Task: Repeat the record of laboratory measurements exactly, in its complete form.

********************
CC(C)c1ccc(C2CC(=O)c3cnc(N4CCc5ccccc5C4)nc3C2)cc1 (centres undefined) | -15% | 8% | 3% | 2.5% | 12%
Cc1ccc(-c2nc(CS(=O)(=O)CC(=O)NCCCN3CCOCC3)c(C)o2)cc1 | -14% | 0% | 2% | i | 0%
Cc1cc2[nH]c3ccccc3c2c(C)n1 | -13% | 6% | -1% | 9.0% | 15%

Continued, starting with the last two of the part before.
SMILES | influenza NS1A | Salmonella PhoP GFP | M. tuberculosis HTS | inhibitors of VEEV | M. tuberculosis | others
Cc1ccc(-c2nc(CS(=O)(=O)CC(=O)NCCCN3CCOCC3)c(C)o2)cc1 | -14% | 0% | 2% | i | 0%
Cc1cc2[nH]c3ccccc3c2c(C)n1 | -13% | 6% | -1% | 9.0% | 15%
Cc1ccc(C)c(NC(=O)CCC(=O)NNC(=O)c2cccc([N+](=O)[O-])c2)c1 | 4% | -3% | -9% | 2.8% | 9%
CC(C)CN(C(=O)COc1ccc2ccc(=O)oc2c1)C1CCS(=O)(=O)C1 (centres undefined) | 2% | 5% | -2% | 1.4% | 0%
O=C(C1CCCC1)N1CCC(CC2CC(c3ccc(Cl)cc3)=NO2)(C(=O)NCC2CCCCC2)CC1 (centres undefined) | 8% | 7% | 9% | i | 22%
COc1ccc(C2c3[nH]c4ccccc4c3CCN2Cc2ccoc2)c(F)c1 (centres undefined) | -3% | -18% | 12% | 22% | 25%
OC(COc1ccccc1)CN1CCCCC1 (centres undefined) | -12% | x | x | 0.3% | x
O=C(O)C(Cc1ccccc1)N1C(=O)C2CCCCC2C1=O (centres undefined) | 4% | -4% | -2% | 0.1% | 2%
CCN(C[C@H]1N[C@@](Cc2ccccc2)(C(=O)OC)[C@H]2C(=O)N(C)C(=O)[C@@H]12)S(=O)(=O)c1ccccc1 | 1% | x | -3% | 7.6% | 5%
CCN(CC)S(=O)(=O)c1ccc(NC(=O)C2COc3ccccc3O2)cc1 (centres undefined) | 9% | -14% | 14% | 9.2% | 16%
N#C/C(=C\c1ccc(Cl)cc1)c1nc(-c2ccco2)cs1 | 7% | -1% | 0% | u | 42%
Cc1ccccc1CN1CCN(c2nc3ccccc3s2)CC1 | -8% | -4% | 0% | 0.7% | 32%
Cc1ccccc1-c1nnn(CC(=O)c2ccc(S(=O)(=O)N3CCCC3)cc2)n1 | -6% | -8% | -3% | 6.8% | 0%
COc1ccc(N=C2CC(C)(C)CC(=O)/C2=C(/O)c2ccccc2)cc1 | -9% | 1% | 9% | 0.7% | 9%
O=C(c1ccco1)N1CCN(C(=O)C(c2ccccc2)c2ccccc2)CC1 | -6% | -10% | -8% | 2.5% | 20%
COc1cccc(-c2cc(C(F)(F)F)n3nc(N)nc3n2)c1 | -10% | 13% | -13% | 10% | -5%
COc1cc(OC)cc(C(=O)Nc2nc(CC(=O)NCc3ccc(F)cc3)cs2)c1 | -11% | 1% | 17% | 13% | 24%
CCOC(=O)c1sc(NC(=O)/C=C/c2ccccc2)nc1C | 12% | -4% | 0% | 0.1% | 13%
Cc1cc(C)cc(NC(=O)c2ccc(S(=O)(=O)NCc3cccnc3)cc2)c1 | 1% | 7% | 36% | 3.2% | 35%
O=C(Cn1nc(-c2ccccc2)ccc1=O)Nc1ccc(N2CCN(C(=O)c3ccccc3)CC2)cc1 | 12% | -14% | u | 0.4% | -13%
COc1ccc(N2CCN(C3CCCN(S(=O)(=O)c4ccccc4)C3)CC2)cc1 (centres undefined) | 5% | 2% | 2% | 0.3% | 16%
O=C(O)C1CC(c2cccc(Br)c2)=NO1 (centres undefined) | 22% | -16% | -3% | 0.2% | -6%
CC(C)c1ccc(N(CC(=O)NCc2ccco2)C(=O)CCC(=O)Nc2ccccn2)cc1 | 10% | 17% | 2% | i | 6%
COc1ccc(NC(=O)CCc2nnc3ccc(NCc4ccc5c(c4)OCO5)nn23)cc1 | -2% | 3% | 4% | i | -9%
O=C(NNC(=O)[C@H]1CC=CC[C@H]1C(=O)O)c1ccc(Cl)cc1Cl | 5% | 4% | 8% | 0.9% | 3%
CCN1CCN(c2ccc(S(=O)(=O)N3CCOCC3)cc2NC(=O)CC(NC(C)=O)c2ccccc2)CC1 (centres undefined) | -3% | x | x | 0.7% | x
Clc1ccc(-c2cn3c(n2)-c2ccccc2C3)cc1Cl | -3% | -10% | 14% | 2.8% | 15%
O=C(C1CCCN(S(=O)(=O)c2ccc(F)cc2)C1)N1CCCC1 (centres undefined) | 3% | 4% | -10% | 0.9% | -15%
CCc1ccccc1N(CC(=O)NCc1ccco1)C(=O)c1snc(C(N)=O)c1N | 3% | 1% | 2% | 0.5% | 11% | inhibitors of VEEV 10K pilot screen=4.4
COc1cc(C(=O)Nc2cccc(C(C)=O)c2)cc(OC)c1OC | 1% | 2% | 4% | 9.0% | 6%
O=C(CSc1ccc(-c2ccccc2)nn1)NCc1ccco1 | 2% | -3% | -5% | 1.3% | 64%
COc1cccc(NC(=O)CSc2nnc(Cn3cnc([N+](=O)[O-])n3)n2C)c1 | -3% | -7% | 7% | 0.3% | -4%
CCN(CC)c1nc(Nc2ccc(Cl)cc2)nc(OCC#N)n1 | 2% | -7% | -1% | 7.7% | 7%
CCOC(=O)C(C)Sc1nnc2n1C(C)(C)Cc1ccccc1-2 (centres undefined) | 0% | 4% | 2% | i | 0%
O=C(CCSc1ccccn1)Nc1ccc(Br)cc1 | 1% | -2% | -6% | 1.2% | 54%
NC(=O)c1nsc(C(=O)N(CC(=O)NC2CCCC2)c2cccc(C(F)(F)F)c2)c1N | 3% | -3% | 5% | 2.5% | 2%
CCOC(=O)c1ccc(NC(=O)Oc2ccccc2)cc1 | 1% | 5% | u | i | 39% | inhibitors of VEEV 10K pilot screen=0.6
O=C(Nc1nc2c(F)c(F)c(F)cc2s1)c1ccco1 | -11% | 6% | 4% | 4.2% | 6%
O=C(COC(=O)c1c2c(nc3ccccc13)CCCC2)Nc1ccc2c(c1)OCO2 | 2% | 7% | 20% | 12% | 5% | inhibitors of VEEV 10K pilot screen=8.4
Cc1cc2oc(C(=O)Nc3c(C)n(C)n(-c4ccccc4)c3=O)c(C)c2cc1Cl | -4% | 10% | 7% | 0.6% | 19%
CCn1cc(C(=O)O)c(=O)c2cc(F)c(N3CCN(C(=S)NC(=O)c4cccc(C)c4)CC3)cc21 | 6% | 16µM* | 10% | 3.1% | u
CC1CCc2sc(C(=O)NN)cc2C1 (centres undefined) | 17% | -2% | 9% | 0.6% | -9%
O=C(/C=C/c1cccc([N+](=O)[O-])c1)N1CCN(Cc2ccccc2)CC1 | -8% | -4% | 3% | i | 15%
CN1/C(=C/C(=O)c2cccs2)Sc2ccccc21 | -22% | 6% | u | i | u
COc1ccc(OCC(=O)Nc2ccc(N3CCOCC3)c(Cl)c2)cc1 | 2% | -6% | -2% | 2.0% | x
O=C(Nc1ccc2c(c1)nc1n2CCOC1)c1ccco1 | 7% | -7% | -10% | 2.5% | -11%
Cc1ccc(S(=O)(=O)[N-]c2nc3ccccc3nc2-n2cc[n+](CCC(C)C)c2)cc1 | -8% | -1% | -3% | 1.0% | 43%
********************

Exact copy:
CC(C)c1ccc(C2CC(=O)c3cnc(N4CCc5ccccc5C4)nc3C2)cc1 (centres undefined) | -15% | 8% | 3% | 2.5% | 12%
Cc1ccc(-c2nc(CS(=O)(=O)CC(=O)NCCCN3CCOCC3)c(C)o2)cc1 | -14% | 0% | 2% | i | 0%
Cc1cc2[nH]c3ccccc3c2c(C)n1 | -13% | 6% | -1% | 9.0% | 15%

Continued, starting with the last two of the part before.
SMILES | influenza NS1A | Salmonella PhoP GFP | M. tuberculosis HTS | inhibitors of VEEV | M. tuberculosis | others
Cc1ccc(-c2nc(CS(=O)(=O)CC(=O)NCCCN3CCOCC3)c(C)o2)cc1 | -14% | 0% | 2% | i | 0%
Cc1cc2[nH]c3ccccc3c2c(C)n1 | -13% | 6% | -1% | 9.0% | 15%
Cc1ccc(C)c(NC(=O)CCC(=O)NNC(=O)c2cccc([N+](=O)[O-])c2)c1 | 4% | -3% | -9% | 2.8% | 9%
CC(C)CN(C(=O)COc1ccc2ccc(=O)oc2c1)C1CCS(=O)(=O)C1 (centres undefined) | 2% | 5% | -2% | 1.4% | 0%
O=C(C1CCCC1)N1CCC(CC2CC(c3ccc(Cl)cc3)=NO2)(C(=O)NCC2CCCCC2)CC1 (centres undefined) | 8% | 7% | 9% | i | 22%
COc1ccc(C2c3[nH]c4ccccc4c3CCN2Cc2ccoc2)c(F)c1 (centres undefined) | -3% | -18% | 12% | 22% | 25%
OC(COc1ccccc1)CN1CCCCC1 (centres undefined) | -12% | x | x | 0.3% | x
O=C(O)C(Cc1ccccc1)N1C(=O)C2CCCCC2C1=O (centres undefined) | 4% | -4% | -2% | 0.1% | 2%
CCN(C[C@H]1N[C@@](Cc2ccccc2)(C(=O)OC)[C@H]2C(=O)N(C)C(=O)[C@@H]12)S(=O)(=O)c1ccccc1 | 1% | x | -3% | 7.6% | 5%
CCN(CC)S(=O)(=O)c1ccc(NC(=O)C2COc3ccccc3O2)cc1 (centres undefined) | 9% | -14% | 14% | 9.2% | 16%
N#C/C(=C\c1ccc(Cl)cc1)c1nc(-c2ccco2)cs1 | 7% | -1% | 0% | u | 42%
Cc1ccccc1CN1CCN(c2nc3ccccc3s2)CC1 | -8% | -4% | 0% | 0.7% | 32%
Cc1ccccc1-c1nnn(CC(=O)c2ccc(S(=O)(=O)N3CCCC3)cc2)n1 | -6% | -8% | -3% | 6.8% | 0%
COc1ccc(N=C2CC(C)(C)CC(=O)/C2=C(/O)c2ccccc2)cc1 | -9% | 1% | 9% | 0.7% | 9%
O=C(c1ccco1)N1CCN(C(=O)C(c2ccccc2)c2ccccc2)CC1 | -6% | -10% | -8% | 2.5% | 20%
COc1cccc(-c2cc(C(F)(F)F)n3nc(N)nc3n2)c1 | -10% | 13% | -13% | 10% | -5%
COc1cc(OC)cc(C(=O)Nc2nc(CC(=O)NCc3ccc(F)cc3)cs2)c1 | -11% | 1% | 17% | 13% | 24%
CCOC(=O)c1sc(NC(=O)/C=C/c2ccccc2)nc1C | 12% | -4% | 0% | 0.1% | 13%
Cc1cc(C)cc(NC(=O)c2ccc(S(=O)(=O)NCc3cccnc3)cc2)c1 | 1% | 7% | 36% | 3.2% | 35%
O=C(Cn1nc(-c2ccccc2)ccc1=O)Nc1ccc(N2CCN(C(=O)c3ccccc3)CC2)cc1 | 12% | -14% | u | 0.4% | -13%
COc1ccc(N2CCN(C3CCCN(S(=O)(=O)c4ccccc4)C3)CC2)cc1 (centres undefined) | 5% | 2% | 2% | 0.3% | 16%
O=C(O)C1CC(c2cccc(Br)c2)=NO1 (centres undefined) | 22% | -16% | -3% | 0.2% | -6%
CC(C)c1ccc(N(CC(=O)NCc2ccco2)C(=O)CCC(=O)Nc2ccccn2)cc1 | 10% | 17% | 2% | i | 6%
COc1ccc(NC(=O)CCc2nnc3ccc(NCc4ccc5c(c4)OCO5)nn23)cc1 | -2% | 3% | 4% | i | -9%
O=C(NNC(=O)[C@H]1CC=CC[C@H]1C(=O)O)c1ccc(Cl)cc1Cl | 5% | 4% | 8% | 0.9% | 3%
CCN1CCN(c2ccc(S(=O)(=O)N3CCOCC3)cc2NC(=O)CC(NC(C)=O)c2ccccc2)CC1 (centres undefined) | -3% | x | x | 0.7% | x
Clc1ccc(-c2cn3c(n2)-c2ccccc2C3)cc1Cl | -3% | -10% | 14% | 2.8% | 15%
O=C(C1CCCN(S(=O)(=O)c2ccc(F)cc2)C1)N1CCCC1 (centres undefined) | 3% | 4% | -10% | 0.9% | -15%
CCc1ccccc1N(CC(=O)NCc1ccco1)C(=O)c1snc(C(N)=O)c1N | 3% | 1% | 2% | 0.5% | 11% | inhibitors of VEEV 10K pilot screen=4.4
COc1cc(C(=O)Nc2cccc(C(C)=O)c2)cc(OC)c1OC | 1% | 2% | 4% | 9.0% | 6%
O=C(CSc1ccc(-c2ccccc2)nn1)NCc1ccco1 | 2% | -3% | -5% | 1.3% | 64%
COc1cccc(NC(=O)CSc2nnc(Cn3cnc([N+](=O)[O-])n3)n2C)c1 | -3% | -7% | 7% | 0.3% | -4%
CCN(CC)c1nc(Nc2ccc(Cl)cc2)nc(OCC#N)n1 | 2% | -7% | -1% | 7.7% | 7%
CCOC(=O)C(C)Sc1nnc2n1C(C)(C)Cc1ccccc1-2 (centres undefined) | 0% | 4% | 2% | i | 0%
O=C(CCSc1ccccn1)Nc1ccc(Br)cc1 | 1% | -2% | -6% | 1.2% | 54%
NC(=O)c1nsc(C(=O)N(CC(=O)NC2CCCC2)c2cccc(C(F)(F)F)c2)c1N | 3% | -3% | 5% | 2.5% | 2%
CCOC(=O)c1ccc(NC(=O)Oc2ccccc2)cc1 | 1% | 5% | u | i | 39% | inhibitors of VEEV 10K pilot screen=0.6
O=C(Nc1nc2c(F)c(F)c(F)cc2s1)c1ccco1 | -11% | 6% | 4% | 4.2% | 6%
O=C(COC(=O)c1c2c(nc3ccccc13)CCCC2)Nc1ccc2c(c1)OCO2 | 2% | 7% | 20% | 12% | 5% | inhibitors of VEEV 10K pilot screen=8.4
Cc1cc2oc(C(=O)Nc3c(C)n(C)n(-c4ccccc4)c3=O)c(C)c2cc1Cl | -4% | 10% | 7% | 0.6% | 19%
CCn1cc(C(=O)O)c(=O)c2cc(F)c(N3CCN(C(=S)NC(=O)c4cccc(C)c4)CC3)cc21 | 6% | 16µM* | 10% | 3.1% | u
CC1CCc2sc(C(=O)NN)cc2C1 (centres undefined) | 17% | -2% | 9% | 0.6% | -9%
O=C(/C=C/c1cccc([N+](=O)[O-])c1)N1CCN(Cc2ccccc2)CC1 | -8% | -4% | 3% | i | 15%
CN1/C(=C/C(=O)c2cccs2)Sc2ccccc21 | -22% | 6% | u | i | u
COc1ccc(OCC(=O)Nc2ccc(N3CCOCC3)c(Cl)c2)cc1 | 2% | -6% | -2% | 2.0% | x
O=C(Nc1ccc2c(c1)nc1n2CCOC1)c1ccco1 | 7% | -7% | -10% | 2.5% | -11%
Cc1ccc(S(=O)(=O)[N-]c2nc3ccccc3nc2-n2cc[n+](CCC(C)C)c2)cc1 | -8% | -1% | -3% | 1.0% | 43%